"Eala Earendel, engla beorhtast ofer middangeard monnum sended"
The above quote comes from a line of Anglo-Saxon poetry. J.R.R. Tolkien, a linguist and scholar of Anglo-Saxon culture, encountered the line in his research and became fascinated with the word "earendel." Though his Anglo-Saxon dictionary translated the word as "shining light," Tolkien believed that the word sounded like it came from a language "far beyond ancient English."
Happy New Year! We hope you awoke this morning full of hope and excitement for what 2019 holds. For many of us, the turning of the calendar is an opportunity to reflect on the past year and set goals and plans for the upcoming one. These may be health and fitness related, social and relational, work-based, or any of the many other types of resolutions you hear being thrown around by January 1 optimists. We’ve been thinking of some resolutions of our own, specifically book-based resolutions. Whether you’re a seasoned bibliophile, a novice collector or reader, or an avid fan of all things written word, what follows are some suggestions that might be right up your New Year’s resolution alley.
Today marks the anniversary of the birthday of Rudyard Kipling, the world renowned author who brought a new (and often controversial) perspective to British imperialism. During his lifetime Kipling would cross continents, win a Nobel Prize, and befriend the celebrated authors of his day.
It's Christmas Eve! As adults, sometimes we can lose sight of the joy, wonder, and magic of this season. But one book that has always encapsulated those emotions is The Night Before Christmas. This childhood classic has enraptured generations, so much so that some rare book collectors even focus all their efforts on this single title.
During his long writing career, Saul Bellow wrote 17 books that were reviewed in The New York Times over a period of six decades. Many of those reviews were written by prominent writers in their own right, such as Cynthia Ozick, Irving Howe, and Alfred Kazin. Even earlier, Bellow himself was writing articles for the newspaper on other authors’ works and questions about his own texts. And that’s not all. He also wrote a play, and he was interviewed hundreds of times over the years in which he wrote. He also began editing a literary magazine, News from the Republic of Letters, when he was 81 years old. During his lifetime, he was awarded the Nobel Prize in Literature in 1976, the Pulitzer Prize for Fiction the same year, and the National Book Award on three separate occasions. All of this to say that Bellow not only was extremely well-reviewed and prolific over the course of his career, but that it’s not really a surprise that his books have become so collectible. Bellow was born in Quebec in 1915, spent most of his adult life in Chicago, and died in 2005 in Brookline, Massachusetts. We want to give you some advice for building a collection of Bellow’s work.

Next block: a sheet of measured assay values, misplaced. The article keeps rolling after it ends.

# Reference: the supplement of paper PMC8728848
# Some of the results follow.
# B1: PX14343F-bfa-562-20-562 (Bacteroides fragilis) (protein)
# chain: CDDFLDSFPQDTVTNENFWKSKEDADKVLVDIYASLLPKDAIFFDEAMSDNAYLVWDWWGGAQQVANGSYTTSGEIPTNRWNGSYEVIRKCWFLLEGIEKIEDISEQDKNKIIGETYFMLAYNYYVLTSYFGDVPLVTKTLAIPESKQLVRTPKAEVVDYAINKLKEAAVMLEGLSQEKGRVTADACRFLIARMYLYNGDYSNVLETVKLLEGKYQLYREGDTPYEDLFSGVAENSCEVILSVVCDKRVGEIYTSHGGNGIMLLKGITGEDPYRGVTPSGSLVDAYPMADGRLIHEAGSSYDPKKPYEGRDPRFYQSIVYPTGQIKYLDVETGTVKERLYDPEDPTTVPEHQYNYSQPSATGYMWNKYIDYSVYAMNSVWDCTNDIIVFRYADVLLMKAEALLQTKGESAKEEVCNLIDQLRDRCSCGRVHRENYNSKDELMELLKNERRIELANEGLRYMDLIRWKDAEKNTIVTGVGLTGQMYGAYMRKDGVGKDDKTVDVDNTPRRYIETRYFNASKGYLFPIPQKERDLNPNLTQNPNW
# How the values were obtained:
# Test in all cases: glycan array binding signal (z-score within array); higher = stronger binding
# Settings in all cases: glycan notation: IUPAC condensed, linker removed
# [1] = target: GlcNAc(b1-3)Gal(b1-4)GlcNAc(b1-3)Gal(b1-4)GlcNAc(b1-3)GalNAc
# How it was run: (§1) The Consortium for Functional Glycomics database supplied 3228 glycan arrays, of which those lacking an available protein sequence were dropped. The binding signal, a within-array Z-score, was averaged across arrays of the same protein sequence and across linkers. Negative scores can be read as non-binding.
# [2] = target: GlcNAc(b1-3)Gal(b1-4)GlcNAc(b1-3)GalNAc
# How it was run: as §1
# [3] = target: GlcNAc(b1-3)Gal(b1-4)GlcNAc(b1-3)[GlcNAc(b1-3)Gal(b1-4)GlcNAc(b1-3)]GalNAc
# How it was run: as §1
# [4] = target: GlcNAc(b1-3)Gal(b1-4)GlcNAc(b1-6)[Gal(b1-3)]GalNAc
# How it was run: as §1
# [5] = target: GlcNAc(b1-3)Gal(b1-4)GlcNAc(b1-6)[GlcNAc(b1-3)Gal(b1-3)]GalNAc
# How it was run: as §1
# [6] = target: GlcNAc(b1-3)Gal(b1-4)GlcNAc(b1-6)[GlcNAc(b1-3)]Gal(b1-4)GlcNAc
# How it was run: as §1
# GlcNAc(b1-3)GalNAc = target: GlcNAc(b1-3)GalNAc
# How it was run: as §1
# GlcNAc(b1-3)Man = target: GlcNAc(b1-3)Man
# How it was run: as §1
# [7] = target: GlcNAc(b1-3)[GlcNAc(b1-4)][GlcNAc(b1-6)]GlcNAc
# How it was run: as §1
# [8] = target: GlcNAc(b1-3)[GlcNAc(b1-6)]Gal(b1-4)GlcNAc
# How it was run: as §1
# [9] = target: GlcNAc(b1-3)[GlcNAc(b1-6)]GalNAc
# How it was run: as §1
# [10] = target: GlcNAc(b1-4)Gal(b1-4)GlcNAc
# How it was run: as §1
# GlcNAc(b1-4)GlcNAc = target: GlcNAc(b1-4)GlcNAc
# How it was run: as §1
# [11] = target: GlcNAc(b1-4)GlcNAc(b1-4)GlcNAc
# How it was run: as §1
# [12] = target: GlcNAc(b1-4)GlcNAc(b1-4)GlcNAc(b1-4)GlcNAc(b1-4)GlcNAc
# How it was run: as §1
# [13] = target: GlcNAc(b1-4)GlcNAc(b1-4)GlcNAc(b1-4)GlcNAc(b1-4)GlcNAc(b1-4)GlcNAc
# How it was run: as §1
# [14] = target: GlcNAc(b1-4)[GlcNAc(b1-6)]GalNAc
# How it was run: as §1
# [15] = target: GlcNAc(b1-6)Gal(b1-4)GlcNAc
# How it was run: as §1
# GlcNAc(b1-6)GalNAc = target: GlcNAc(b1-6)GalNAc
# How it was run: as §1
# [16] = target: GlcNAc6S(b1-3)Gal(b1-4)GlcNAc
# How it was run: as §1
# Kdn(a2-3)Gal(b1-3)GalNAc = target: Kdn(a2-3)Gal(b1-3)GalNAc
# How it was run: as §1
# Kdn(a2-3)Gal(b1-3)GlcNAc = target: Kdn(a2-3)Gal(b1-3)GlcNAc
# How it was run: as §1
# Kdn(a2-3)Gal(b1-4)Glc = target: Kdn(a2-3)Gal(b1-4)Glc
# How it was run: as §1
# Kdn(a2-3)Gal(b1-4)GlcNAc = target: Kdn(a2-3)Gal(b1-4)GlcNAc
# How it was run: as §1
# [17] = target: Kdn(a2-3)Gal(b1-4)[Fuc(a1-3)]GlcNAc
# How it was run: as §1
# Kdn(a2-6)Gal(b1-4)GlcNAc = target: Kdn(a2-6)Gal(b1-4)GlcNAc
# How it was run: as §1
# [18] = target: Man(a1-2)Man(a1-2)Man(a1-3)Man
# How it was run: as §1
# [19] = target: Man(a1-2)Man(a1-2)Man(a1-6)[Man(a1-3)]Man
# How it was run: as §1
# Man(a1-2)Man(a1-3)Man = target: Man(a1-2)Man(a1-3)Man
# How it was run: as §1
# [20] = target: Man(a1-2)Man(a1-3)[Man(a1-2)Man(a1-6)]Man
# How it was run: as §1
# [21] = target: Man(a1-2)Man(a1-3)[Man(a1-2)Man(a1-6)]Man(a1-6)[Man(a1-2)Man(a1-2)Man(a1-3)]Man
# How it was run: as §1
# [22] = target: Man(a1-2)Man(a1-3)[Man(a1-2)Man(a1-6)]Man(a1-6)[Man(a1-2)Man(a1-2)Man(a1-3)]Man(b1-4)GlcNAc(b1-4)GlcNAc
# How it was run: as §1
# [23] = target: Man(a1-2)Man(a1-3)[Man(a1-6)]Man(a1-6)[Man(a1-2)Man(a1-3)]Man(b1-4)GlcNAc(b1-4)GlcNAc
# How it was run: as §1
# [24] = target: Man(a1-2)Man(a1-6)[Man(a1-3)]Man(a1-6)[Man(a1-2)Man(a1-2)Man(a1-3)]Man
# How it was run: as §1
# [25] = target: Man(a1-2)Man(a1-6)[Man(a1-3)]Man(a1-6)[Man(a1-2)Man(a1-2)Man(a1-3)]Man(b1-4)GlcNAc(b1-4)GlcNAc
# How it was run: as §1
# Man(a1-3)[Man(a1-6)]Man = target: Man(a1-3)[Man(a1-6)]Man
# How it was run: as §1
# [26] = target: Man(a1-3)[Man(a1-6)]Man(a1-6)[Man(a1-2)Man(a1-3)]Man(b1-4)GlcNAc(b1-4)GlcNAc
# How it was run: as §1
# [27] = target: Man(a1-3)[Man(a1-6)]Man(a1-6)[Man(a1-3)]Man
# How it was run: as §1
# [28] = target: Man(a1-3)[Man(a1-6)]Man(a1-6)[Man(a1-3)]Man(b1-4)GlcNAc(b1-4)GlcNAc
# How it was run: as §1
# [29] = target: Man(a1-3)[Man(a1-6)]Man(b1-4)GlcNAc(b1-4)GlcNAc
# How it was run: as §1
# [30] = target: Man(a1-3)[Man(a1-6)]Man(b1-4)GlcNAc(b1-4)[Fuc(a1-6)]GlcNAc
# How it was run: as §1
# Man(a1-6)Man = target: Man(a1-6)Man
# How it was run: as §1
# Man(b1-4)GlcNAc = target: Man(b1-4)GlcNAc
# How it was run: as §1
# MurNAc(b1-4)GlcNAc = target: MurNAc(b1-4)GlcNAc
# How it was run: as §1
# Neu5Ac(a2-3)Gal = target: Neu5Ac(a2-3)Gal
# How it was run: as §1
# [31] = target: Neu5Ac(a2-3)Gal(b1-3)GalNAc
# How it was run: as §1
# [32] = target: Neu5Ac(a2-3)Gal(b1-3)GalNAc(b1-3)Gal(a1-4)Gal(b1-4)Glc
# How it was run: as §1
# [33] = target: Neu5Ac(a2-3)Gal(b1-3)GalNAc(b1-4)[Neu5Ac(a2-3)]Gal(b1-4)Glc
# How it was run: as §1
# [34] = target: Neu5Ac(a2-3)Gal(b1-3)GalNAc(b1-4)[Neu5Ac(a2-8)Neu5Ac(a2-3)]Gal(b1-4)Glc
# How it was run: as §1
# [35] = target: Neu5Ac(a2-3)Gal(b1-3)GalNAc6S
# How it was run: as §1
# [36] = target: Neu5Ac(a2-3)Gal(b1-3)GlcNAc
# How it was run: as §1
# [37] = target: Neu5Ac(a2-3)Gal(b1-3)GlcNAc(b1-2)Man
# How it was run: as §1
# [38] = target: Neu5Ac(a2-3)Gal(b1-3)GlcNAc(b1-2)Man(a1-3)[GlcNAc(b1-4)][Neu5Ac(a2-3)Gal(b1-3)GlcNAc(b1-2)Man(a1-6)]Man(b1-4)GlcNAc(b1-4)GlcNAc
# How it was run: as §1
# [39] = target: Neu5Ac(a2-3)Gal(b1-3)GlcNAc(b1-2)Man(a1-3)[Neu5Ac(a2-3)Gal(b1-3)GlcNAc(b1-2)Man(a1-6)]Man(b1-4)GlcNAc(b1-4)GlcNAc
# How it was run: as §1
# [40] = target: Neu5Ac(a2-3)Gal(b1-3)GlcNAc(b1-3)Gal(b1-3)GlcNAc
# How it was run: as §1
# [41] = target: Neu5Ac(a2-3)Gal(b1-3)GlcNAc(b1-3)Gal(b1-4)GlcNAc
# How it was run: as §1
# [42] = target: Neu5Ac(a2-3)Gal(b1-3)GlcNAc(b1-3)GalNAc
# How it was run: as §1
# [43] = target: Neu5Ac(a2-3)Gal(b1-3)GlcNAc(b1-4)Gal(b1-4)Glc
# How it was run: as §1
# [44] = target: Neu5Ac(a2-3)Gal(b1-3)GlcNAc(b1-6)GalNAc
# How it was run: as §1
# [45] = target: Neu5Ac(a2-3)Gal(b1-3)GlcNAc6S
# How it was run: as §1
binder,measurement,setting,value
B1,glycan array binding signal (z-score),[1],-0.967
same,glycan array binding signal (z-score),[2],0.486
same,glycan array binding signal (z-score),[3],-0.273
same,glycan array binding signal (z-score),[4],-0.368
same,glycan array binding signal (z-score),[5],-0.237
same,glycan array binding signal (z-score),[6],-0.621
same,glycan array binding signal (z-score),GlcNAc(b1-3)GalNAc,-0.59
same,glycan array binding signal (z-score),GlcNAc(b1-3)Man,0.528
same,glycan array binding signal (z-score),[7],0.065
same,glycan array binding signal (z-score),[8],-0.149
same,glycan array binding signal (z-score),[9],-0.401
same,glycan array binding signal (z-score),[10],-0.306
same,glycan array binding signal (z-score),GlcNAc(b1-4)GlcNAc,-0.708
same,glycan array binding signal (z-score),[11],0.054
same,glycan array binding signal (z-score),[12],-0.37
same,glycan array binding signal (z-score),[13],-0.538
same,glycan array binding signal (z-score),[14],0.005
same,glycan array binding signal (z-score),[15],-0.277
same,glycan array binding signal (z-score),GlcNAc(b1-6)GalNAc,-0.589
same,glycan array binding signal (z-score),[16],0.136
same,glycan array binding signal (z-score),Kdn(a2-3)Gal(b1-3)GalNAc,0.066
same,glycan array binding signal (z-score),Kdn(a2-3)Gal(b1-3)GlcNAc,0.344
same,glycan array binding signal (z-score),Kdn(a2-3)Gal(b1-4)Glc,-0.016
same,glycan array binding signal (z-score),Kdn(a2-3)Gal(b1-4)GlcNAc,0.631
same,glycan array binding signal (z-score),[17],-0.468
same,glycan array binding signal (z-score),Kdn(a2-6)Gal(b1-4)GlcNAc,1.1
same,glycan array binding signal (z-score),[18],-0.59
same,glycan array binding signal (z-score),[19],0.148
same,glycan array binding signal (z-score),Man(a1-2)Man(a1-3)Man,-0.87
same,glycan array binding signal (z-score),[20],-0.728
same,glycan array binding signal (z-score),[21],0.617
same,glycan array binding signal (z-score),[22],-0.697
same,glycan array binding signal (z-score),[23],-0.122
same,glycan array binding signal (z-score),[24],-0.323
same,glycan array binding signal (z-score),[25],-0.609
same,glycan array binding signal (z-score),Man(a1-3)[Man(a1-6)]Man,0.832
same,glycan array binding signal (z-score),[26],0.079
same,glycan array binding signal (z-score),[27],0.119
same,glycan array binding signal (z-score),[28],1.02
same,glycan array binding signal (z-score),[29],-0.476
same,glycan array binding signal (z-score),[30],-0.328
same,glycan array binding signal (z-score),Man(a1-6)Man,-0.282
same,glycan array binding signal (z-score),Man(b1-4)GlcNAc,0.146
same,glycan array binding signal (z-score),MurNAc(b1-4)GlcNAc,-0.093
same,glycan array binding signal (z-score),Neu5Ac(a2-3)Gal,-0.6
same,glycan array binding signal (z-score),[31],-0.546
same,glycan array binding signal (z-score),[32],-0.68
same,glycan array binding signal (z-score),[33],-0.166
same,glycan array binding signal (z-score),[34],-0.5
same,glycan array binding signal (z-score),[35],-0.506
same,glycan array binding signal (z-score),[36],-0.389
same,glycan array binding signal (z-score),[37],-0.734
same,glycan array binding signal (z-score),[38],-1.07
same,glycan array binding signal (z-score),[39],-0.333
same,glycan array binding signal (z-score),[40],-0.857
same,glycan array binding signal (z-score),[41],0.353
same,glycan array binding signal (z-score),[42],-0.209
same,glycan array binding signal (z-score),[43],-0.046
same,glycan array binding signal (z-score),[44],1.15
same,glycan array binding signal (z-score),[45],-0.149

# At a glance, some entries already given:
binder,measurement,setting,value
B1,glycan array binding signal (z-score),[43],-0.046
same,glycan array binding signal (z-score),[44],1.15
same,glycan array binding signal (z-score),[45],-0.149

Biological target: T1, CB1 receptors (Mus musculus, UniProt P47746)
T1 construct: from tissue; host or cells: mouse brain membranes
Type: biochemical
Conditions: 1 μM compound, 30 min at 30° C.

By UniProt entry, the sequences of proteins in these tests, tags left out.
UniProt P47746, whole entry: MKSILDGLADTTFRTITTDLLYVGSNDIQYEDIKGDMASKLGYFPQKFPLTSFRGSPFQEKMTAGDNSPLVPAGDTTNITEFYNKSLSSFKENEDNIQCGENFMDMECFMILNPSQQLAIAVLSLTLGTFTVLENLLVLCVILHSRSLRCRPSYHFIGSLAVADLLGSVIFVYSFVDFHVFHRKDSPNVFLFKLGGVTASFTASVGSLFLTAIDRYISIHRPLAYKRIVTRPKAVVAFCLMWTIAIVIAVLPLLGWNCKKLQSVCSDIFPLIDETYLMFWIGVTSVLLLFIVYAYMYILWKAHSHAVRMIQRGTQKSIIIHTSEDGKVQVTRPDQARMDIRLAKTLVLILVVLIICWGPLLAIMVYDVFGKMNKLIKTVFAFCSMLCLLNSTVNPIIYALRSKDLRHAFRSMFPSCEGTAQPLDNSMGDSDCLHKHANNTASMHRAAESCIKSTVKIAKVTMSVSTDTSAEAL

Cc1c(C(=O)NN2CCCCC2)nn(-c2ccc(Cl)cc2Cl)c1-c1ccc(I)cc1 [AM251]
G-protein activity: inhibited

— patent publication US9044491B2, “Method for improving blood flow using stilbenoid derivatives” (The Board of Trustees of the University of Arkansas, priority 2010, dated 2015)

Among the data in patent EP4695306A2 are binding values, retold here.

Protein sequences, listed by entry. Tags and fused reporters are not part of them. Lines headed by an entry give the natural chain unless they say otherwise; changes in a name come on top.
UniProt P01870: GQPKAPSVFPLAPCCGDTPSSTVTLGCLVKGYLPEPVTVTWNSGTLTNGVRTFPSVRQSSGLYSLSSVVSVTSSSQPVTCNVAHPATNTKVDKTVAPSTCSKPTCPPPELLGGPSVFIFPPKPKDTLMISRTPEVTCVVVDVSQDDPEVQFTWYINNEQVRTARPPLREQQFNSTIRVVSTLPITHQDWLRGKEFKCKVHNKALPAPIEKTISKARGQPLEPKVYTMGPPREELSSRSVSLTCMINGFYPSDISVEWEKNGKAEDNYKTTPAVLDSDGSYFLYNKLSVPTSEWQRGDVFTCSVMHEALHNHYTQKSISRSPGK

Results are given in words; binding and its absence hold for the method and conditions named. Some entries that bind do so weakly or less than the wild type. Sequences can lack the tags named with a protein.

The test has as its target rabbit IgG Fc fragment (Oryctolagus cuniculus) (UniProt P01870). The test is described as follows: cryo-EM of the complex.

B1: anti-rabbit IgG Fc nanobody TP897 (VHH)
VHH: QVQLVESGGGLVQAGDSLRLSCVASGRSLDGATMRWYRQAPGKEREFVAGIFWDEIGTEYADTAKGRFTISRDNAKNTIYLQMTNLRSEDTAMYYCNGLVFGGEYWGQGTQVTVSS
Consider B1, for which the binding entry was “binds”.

German writer Cornelia Funke was born in 1958 in Dorsten in what was formerly West Germany. She studied pedagogy at the University of Hamburg and after graduation, worked for three years as a social worker. She married book printer Rolf Frahme in 1979 and shortly after, left social work to briefly pursue illustration. However, she quickly turned to writing her own books, and her efforts have been supremely successful. Her first books, which in English were titled Ghosthunters and the Incredibly Revolting Ghost and C.H.I.X., were published in 1993, and each were the the first book in a series for elementary-aged readers. She published her first novel, The Thief Lord, in 2000 and has gone on to write many successful novels for young adults, including Dragon Rider and the Inkheart trilogy, and most recently the MirrorWorld novel The Golden Yarn and picture book The Book No One Ever Read.
Today is the birthday of John Gardner. Gardner, in most circles, is not so much of a household name as James Bond or Ian Fleming, but he was responsible for keeping the intrigue and excitement of the legendary spy and his author alive in the hearts and minds of fans for nearly two decades. Indeed, from 1981 to 1996, John Gardner penned 16 original James Bond novels. In honor of his birthday, let’s take a look at several of his titles.
Though the James Bond films were originally based on the novels by Ian Fleming, more recent movies are written in the spirit of Fleming's work. After Fleming's death, other writers have been invited to take up the James Bond mantle. First was Kingsley Amis, who wrote one Bond novel under the pseudonym Robert Markham. John Gardner penned the next 14 novels, along with two film novelizations. Raymond Benson was the next author to continue the Bond legacy, writing from 1996 to 2003.